It IS absolutely possible to live on one income. Our household is doing it :) As the SAHP I am responsible for using our finances wisely and finding those great deals that are out there to be found on food, clothing, etc… I LOVE a bargain! Our kids are dressed in designer clothes that I got for cheep either at a thrift store or through freecycle. We use cloth diapers for the babies which helps. It absolutely IS do-able if you want to! :)

  6. rob says:

    I think there are some good points and anyone who values owning a house as a #1 priority, it makes sense. Otherwise, maybe the author shouldnt be living in a house if he’s got to cut things out of his life so dramatcally.

  7. Joe Morgan says:


    I didn’t have to cut things so dramatically to afford my house. I had to do so to afford my house WITH the level of debt I had accumulated AND because my wife left the workforce.

    Since we have paid off our debt, we have not had to be so draconian in our lifestyle. My main point in this article was that to live on a single income comfortably, you really need to be debt free and live below your means. It’s something we should all strive to do, but becomes essential on a single income, regardless of whether you own or rent your place of residence.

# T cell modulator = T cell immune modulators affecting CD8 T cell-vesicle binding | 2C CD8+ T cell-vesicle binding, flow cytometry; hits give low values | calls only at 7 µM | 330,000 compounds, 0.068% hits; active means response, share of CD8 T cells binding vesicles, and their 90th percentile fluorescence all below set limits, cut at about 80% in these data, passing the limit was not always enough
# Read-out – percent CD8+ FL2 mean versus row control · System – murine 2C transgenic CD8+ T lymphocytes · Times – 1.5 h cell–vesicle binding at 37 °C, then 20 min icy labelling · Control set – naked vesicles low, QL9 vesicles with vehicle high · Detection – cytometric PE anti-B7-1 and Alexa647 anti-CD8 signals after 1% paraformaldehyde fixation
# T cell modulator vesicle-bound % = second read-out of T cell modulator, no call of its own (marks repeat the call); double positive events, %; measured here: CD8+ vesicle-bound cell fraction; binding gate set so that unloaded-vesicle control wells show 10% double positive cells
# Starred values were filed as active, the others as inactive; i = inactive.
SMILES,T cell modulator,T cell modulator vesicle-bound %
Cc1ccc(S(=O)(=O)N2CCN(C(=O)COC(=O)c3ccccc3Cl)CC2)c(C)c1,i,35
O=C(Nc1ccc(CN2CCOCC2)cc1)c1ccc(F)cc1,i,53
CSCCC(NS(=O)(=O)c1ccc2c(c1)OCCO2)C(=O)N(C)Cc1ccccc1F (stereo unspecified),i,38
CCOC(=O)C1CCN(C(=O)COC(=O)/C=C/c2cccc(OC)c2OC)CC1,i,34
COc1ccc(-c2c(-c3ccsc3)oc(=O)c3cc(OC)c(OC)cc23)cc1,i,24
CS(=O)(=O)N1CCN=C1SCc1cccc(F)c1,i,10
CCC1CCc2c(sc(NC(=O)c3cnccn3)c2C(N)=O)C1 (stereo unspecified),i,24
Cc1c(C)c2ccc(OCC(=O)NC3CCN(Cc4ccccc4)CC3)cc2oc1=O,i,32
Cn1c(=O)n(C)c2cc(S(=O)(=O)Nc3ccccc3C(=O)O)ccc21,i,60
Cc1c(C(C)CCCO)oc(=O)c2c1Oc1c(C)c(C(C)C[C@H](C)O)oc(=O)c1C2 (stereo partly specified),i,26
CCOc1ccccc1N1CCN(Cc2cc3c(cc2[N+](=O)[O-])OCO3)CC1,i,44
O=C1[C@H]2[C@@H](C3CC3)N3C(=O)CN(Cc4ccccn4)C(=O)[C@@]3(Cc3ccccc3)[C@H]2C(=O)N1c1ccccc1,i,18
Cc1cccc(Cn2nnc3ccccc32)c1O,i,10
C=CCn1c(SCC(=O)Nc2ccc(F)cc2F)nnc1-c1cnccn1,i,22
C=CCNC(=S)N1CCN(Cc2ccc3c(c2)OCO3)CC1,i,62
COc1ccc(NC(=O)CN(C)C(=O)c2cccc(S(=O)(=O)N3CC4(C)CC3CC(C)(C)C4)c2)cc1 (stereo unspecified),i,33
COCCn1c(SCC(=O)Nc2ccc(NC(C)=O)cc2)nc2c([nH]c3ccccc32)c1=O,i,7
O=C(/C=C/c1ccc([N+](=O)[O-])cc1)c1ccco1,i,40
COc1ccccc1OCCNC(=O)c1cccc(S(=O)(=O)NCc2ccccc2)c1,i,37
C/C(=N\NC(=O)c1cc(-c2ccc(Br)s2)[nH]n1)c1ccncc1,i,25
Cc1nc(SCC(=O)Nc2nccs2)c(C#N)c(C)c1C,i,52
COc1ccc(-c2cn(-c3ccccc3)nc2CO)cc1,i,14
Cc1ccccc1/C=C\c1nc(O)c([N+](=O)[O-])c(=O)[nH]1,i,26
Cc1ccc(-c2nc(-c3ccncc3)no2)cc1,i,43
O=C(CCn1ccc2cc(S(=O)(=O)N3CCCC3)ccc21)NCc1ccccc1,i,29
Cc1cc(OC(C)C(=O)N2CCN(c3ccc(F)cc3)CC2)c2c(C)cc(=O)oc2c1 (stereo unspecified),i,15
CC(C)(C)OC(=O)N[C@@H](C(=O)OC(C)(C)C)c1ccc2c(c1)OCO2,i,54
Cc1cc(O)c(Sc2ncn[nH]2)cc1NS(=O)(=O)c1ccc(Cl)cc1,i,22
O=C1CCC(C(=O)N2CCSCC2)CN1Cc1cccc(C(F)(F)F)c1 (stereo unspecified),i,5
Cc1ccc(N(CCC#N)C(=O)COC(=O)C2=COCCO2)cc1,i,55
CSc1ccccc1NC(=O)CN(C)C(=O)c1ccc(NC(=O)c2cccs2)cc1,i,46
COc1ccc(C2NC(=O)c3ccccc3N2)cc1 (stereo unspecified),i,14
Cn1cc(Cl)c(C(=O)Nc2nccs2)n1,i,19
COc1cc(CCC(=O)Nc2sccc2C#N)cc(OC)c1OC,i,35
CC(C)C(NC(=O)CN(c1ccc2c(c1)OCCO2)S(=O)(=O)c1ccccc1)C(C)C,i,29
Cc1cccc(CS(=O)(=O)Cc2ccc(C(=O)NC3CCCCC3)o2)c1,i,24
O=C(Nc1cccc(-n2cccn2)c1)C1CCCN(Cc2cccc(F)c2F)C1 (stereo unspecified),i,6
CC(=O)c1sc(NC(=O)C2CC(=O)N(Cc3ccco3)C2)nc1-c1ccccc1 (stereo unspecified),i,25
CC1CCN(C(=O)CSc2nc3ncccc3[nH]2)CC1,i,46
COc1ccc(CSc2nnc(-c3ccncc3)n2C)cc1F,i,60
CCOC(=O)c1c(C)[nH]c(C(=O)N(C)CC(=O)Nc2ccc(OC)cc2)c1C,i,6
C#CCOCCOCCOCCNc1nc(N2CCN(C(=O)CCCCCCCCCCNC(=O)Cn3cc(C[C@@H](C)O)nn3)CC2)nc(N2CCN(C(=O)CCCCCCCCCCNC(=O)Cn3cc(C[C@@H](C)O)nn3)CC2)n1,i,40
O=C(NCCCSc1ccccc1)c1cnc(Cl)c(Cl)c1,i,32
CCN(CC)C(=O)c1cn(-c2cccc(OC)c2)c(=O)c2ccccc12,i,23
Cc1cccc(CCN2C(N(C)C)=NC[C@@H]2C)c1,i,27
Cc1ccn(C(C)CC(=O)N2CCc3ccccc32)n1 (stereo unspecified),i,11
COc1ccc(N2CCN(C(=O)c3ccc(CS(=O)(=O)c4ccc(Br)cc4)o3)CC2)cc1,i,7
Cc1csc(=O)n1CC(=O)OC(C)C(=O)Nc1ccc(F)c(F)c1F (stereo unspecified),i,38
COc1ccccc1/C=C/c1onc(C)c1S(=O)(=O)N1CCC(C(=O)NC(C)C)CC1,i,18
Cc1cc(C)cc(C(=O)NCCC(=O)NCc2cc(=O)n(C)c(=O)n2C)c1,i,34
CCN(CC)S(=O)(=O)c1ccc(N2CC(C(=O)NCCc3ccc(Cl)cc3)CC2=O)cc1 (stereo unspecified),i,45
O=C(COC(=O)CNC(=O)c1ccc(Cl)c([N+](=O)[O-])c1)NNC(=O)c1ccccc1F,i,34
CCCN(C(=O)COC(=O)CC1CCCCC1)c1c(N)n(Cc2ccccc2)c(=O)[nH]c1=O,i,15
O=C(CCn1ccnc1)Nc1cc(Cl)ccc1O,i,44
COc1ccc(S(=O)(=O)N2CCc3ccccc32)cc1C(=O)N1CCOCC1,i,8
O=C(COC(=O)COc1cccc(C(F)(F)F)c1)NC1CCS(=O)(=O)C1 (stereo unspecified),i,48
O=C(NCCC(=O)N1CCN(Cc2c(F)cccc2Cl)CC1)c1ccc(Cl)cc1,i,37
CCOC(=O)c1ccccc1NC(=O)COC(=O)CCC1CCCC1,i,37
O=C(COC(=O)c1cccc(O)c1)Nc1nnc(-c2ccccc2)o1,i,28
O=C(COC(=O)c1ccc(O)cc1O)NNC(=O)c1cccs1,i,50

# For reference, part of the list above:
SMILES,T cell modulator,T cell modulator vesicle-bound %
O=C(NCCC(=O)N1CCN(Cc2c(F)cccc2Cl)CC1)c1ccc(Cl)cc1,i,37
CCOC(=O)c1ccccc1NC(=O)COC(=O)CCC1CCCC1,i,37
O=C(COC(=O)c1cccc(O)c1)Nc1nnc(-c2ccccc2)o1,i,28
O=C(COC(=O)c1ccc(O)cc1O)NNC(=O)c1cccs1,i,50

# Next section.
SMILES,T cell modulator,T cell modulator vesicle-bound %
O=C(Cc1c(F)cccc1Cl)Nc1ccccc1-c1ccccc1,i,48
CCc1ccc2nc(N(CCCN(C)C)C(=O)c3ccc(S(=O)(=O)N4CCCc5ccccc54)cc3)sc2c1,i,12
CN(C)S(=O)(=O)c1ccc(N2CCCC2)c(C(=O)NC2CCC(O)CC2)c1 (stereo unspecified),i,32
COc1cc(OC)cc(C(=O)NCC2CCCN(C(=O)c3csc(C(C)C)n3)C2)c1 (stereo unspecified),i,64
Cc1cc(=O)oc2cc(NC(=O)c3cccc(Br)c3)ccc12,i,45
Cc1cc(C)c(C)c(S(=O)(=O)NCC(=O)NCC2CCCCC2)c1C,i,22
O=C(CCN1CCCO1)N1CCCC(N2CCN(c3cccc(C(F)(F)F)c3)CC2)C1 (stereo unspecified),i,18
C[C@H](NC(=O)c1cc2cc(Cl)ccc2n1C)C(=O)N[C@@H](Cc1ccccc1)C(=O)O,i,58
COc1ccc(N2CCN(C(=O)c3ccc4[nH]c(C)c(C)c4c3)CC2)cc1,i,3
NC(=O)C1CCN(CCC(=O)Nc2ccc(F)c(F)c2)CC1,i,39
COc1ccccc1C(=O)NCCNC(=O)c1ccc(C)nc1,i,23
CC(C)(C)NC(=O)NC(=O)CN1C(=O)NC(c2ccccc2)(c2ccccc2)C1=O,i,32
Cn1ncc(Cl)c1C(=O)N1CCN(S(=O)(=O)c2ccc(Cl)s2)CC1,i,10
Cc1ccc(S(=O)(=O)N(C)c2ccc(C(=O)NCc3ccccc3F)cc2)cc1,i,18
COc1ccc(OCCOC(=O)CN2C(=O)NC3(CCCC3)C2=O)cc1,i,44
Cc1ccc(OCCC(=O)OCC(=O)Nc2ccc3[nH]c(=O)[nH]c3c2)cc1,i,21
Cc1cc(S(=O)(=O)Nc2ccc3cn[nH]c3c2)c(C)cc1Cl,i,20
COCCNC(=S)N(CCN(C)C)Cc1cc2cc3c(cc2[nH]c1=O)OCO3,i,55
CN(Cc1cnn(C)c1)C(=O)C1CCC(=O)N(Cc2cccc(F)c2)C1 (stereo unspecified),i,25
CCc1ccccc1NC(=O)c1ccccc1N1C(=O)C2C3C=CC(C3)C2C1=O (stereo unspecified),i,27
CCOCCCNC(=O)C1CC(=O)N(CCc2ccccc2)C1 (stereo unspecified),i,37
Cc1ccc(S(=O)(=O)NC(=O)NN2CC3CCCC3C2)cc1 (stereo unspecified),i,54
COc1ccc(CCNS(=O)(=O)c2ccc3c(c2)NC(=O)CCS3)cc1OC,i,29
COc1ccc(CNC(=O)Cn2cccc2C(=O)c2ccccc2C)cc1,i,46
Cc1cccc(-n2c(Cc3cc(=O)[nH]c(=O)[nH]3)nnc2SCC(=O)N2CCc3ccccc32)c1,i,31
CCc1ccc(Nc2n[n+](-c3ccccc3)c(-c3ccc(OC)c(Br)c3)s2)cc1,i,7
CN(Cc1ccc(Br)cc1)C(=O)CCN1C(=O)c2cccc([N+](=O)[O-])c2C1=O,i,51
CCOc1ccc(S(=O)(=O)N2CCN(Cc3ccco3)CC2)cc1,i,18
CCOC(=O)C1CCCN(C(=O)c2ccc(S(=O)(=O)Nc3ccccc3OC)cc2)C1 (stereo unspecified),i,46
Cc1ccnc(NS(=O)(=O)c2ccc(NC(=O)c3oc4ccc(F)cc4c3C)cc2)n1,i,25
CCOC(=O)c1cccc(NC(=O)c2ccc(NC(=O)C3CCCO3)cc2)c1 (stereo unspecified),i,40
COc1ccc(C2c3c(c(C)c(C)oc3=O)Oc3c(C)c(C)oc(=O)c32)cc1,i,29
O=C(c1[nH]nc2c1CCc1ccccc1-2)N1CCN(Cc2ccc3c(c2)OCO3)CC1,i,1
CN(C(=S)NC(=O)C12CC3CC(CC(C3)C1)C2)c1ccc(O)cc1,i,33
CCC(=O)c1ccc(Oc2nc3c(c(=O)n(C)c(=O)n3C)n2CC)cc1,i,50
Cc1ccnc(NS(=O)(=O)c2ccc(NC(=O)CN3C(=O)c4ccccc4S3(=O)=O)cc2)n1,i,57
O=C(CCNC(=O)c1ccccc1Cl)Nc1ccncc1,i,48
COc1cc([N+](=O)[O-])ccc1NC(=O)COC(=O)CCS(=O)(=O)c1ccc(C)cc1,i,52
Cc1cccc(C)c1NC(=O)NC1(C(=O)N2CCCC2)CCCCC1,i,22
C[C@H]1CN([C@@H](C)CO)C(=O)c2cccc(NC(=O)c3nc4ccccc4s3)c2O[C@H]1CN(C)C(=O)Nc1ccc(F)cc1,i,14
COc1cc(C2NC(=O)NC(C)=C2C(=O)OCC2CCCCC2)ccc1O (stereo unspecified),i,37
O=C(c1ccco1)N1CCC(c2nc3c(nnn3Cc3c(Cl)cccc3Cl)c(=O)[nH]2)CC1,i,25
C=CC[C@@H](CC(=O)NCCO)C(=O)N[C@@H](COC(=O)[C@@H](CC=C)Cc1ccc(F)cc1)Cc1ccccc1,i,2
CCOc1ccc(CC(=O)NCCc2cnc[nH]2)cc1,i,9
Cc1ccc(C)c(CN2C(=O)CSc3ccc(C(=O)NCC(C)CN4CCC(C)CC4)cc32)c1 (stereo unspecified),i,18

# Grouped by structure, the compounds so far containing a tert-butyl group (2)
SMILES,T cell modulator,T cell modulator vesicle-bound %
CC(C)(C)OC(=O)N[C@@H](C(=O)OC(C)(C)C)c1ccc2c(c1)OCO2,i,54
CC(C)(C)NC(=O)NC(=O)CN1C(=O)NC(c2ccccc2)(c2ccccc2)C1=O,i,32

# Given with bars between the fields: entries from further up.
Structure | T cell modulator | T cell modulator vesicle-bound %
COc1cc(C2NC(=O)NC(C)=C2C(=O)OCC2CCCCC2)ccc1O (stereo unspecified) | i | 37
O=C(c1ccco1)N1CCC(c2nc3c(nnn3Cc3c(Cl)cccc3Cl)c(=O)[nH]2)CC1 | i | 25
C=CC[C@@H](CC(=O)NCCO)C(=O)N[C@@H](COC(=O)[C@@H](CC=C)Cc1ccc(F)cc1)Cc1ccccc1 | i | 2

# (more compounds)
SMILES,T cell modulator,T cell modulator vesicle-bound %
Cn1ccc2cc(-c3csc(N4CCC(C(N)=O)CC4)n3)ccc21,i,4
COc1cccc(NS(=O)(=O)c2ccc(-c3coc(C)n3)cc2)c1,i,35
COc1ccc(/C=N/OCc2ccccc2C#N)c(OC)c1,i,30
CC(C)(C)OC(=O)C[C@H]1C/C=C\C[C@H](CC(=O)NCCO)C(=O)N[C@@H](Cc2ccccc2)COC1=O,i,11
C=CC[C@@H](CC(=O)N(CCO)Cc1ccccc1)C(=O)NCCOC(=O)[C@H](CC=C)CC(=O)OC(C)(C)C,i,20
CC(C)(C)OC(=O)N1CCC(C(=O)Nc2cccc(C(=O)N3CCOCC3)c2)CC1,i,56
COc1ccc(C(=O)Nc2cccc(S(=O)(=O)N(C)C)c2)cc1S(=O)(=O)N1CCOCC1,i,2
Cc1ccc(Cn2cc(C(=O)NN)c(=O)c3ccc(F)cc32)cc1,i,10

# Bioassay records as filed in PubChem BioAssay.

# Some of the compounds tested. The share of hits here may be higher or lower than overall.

8. maat55 says:

    I’m a big believer in living on one income at all times. This income does not have to fund retirement, just bottomline living expenses. The other income can be for consumer extra’s and investing. This plan allows for safety from loosing one income and building wealth.

  9. Joe Morgan says:

    @ maat55 ,

    That’s our plan too, once the kids are off to school and my wife goes back to work. We’re able to maintain our lifestyle, avoid “bad” debt and fund our emergency savings on my salary, but we really don’t have anything left over for investing (aside from 401(k)). I’m learning all I can about investing and testing various methods and approaches in free online simulators with the goal of knowing what I’m doing by the time we become a 2 income household!

  10. Carol says:

    Well, I have mixed feeling on this one because we have been a one-income family and now the one income is gone (auto industry). So it is easy to regret not having 2 incomes. But, I will say that living on one income has forced us to make life-style and money choices that have put us in a better position than we would be if we had done like a lot of2 income couples and lived up to the hilt. We are still in the same house that we purchased when my husband only made around 40k, even though his income more than doubled over the years. Because he had a larger income, I was able to work part-time instead of full-time.

    So we will trust the Lord day-by-day and soldier on, which is really what we’ve always done.

    By the way, remember child care costs don’t always end with daycare. What about after school when the children are young? Summer vacation? Around here (Michigan) many summer camps were charging $100-$200 per week per child. I know, because many of my working friends tried to treat me as a free summer counselor because I was at home with my kids!

  11. Jen says:

    I quit my job earlier this year to stay at home with our little girl. We were able to make the switch to a one salary household by supplementing it with income we get from our online business. We started our business last year in preparation for the arrival of our daughter.